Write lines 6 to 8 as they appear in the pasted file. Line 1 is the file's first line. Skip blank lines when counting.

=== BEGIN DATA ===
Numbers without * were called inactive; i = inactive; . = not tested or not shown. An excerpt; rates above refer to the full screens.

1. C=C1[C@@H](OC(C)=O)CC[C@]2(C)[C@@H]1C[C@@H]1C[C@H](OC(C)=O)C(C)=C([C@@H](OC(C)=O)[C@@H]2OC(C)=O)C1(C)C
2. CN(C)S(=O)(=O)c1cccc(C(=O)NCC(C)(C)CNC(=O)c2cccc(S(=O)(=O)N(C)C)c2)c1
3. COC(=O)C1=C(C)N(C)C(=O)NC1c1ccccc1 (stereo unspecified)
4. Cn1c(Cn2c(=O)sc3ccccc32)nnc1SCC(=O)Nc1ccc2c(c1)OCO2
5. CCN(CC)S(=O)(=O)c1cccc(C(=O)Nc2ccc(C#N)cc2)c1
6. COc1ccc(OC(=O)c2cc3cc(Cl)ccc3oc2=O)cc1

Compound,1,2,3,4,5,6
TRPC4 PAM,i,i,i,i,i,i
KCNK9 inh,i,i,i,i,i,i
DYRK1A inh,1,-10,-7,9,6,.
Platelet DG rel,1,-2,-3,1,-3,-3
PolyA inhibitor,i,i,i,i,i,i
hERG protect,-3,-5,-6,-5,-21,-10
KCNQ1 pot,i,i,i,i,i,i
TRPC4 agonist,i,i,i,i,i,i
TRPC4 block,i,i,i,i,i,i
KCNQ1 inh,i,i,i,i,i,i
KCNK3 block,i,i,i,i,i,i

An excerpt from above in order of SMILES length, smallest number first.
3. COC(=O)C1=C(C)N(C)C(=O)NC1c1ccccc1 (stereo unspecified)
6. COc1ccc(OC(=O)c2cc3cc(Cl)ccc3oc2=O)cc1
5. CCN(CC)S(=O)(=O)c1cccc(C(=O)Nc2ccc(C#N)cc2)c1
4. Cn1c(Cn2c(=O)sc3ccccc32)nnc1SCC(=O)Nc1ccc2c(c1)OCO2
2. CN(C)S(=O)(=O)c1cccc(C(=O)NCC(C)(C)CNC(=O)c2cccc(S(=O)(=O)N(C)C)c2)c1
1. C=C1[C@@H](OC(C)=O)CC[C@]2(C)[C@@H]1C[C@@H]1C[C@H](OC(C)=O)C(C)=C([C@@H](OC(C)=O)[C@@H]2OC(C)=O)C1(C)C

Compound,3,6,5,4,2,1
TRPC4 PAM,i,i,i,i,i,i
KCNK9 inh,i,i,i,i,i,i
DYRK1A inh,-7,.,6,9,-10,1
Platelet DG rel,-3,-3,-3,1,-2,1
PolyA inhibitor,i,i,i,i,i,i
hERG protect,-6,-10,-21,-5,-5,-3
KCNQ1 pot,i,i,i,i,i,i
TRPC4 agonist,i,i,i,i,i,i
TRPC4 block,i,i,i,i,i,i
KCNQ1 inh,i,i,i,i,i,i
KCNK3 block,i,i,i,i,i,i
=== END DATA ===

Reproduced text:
5. CCN(CC)S(=O)(=O)c1cccc(C(=O)Nc2ccc(C#N)cc2)c1
6. COc1ccc(OC(=O)c2cc3cc(Cl)ccc3oc2=O)cc1

Compound,1,2,3,4,5,6